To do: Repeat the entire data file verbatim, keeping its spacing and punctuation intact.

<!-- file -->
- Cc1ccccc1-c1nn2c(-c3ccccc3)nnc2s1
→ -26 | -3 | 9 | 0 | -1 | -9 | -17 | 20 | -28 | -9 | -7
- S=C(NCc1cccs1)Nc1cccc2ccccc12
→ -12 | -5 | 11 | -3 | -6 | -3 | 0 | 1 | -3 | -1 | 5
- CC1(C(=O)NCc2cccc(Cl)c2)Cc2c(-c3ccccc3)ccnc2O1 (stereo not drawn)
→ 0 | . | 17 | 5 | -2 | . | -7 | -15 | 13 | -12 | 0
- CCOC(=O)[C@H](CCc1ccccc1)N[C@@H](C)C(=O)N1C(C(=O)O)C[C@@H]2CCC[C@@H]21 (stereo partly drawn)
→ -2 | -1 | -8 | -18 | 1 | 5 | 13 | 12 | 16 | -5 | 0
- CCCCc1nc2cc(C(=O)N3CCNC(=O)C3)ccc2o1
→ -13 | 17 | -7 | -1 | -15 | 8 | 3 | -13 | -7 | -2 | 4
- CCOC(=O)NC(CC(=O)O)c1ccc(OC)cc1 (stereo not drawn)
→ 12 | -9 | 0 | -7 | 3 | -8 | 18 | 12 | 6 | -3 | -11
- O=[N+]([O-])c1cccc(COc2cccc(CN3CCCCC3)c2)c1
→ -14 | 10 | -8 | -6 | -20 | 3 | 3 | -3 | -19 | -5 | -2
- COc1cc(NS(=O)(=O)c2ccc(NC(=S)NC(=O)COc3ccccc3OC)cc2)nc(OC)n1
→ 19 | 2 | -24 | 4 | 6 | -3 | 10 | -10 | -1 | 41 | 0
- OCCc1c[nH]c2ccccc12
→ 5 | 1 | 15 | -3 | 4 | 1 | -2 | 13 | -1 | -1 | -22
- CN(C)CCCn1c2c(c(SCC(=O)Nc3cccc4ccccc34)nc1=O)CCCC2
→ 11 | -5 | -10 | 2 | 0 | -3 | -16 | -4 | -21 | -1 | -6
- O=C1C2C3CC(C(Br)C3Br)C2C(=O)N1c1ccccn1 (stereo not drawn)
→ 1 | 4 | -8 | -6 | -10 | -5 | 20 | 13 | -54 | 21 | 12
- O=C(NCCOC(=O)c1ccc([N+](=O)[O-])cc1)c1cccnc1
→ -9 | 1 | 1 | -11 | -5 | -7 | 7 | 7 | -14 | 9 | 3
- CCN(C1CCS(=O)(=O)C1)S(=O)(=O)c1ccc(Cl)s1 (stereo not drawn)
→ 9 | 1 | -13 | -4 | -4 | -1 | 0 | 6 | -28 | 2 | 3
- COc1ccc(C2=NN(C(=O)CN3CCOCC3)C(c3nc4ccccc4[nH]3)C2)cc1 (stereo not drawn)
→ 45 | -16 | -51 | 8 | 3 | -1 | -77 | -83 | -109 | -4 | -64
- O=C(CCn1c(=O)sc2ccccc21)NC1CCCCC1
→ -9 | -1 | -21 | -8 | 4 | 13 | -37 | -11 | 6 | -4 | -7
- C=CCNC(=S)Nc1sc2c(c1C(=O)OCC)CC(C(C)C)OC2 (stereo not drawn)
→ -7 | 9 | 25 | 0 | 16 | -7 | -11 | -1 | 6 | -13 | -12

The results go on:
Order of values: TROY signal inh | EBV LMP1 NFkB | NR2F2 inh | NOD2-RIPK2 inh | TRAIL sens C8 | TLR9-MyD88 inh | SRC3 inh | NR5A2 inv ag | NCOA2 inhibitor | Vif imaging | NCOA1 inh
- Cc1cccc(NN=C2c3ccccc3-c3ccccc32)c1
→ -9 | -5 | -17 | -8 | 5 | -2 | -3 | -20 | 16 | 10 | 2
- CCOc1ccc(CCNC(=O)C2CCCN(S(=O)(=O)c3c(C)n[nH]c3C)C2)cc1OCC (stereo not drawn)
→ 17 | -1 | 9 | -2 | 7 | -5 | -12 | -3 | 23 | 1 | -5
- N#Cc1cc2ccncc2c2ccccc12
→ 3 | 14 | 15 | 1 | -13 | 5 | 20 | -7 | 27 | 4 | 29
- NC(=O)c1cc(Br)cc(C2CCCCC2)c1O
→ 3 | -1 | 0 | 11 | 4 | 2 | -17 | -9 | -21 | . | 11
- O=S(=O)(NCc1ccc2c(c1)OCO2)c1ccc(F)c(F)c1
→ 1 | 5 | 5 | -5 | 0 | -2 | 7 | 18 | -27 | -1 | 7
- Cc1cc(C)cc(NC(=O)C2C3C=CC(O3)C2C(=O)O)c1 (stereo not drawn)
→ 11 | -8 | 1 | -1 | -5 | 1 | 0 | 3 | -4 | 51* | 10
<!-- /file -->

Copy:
- Cc1ccccc1-c1nn2c(-c3ccccc3)nnc2s1
→ -26 | -3 | 9 | 0 | -1 | -9 | -17 | 20 | -28 | -9 | -7
- S=C(NCc1cccs1)Nc1cccc2ccccc12
→ -12 | -5 | 11 | -3 | -6 | -3 | 0 | 1 | -3 | -1 | 5
- CC1(C(=O)NCc2cccc(Cl)c2)Cc2c(-c3ccccc3)ccnc2O1 (stereo not drawn)
→ 0 | . | 17 | 5 | -2 | . | -7 | -15 | 13 | -12 | 0
- CCOC(=O)[C@H](CCc1ccccc1)N[C@@H](C)C(=O)N1C(C(=O)O)C[C@@H]2CCC[C@@H]21 (stereo partly drawn)
→ -2 | -1 | -8 | -18 | 1 | 5 | 13 | 12 | 16 | -5 | 0
- CCCCc1nc2cc(C(=O)N3CCNC(=O)C3)ccc2o1
→ -13 | 17 | -7 | -1 | -15 | 8 | 3 | -13 | -7 | -2 | 4
- CCOC(=O)NC(CC(=O)O)c1ccc(OC)cc1 (stereo not drawn)
→ 12 | -9 | 0 | -7 | 3 | -8 | 18 | 12 | 6 | -3 | -11
- O=[N+]([O-])c1cccc(COc2cccc(CN3CCCCC3)c2)c1
→ -14 | 10 | -8 | -6 | -20 | 3 | 3 | -3 | -19 | -5 | -2
- COc1cc(NS(=O)(=O)c2ccc(NC(=S)NC(=O)COc3ccccc3OC)cc2)nc(OC)n1
→ 19 | 2 | -24 | 4 | 6 | -3 | 10 | -10 | -1 | 41 | 0
- OCCc1c[nH]c2ccccc12
→ 5 | 1 | 15 | -3 | 4 | 1 | -2 | 13 | -1 | -1 | -22
- CN(C)CCCn1c2c(c(SCC(=O)Nc3cccc4ccccc34)nc1=O)CCCC2
→ 11 | -5 | -10 | 2 | 0 | -3 | -16 | -4 | -21 | -1 | -6
- O=C1C2C3CC(C(Br)C3Br)C2C(=O)N1c1ccccn1 (stereo not drawn)
→ 1 | 4 | -8 | -6 | -10 | -5 | 20 | 13 | -54 | 21 | 12
- O=C(NCCOC(=O)c1ccc([N+](=O)[O-])cc1)c1cccnc1
→ -9 | 1 | 1 | -11 | -5 | -7 | 7 | 7 | -14 | 9 | 3
- CCN(C1CCS(=O)(=O)C1)S(=O)(=O)c1ccc(Cl)s1 (stereo not drawn)
→ 9 | 1 | -13 | -4 | -4 | -1 | 0 | 6 | -28 | 2 | 3
- COc1ccc(C2=NN(C(=O)CN3CCOCC3)C(c3nc4ccccc4[nH]3)C2)cc1 (stereo not drawn)
→ 45 | -16 | -51 | 8 | 3 | -1 | -77 | -83 | -109 | -4 | -64
- O=C(CCn1c(=O)sc2ccccc21)NC1CCCCC1
→ -9 | -1 | -21 | -8 | 4 | 13 | -37 | -11 | 6 | -4 | -7
- C=CCNC(=S)Nc1sc2c(c1C(=O)OCC)CC(C(C)C)OC2 (stereo not drawn)
→ -7 | 9 | 25 | 0 | 16 | -7 | -11 | -1 | 6 | -13 | -12

The results go on:
Order of values: TROY signal inh | EBV LMP1 NFkB | NR2F2 inh | NOD2-RIPK2 inh | TRAIL sens C8 | TLR9-MyD88 inh | SRC3 inh | NR5A2 inv ag | NCOA2 inhibitor | Vif imaging | NCOA1 inh
- Cc1cccc(NN=C2c3ccccc3-c3ccccc32)c1
→ -9 | -5 | -17 | -8 | 5 | -2 | -3 | -20 | 16 | 10 | 2
- CCOc1ccc(CCNC(=O)C2CCCN(S(=O)(=O)c3c(C)n[nH]c3C)C2)cc1OCC (stereo not drawn)
→ 17 | -1 | 9 | -2 | 7 | -5 | -12 | -3 | 23 | 1 | -5
- N#Cc1cc2ccncc2c2ccccc12
→ 3 | 14 | 15 | 1 | -13 | 5 | 20 | -7 | 27 | 4 | 29
- NC(=O)c1cc(Br)cc(C2CCCCC2)c1O
→ 3 | -1 | 0 | 11 | 4 | 2 | -17 | -9 | -21 | . | 11
- O=S(=O)(NCc1ccc2c(c1)OCO2)c1ccc(F)c(F)c1
→ 1 | 5 | 5 | -5 | 0 | -2 | 7 | 18 | -27 | -1 | 7
- Cc1cc(C)cc(NC(=O)C2C3C=CC(O3)C2C(=O)O)c1 (stereo not drawn)
→ 11 | -8 | 1 | -1 | -5 | 1 | 0 | 3 | -4 | 51* | 10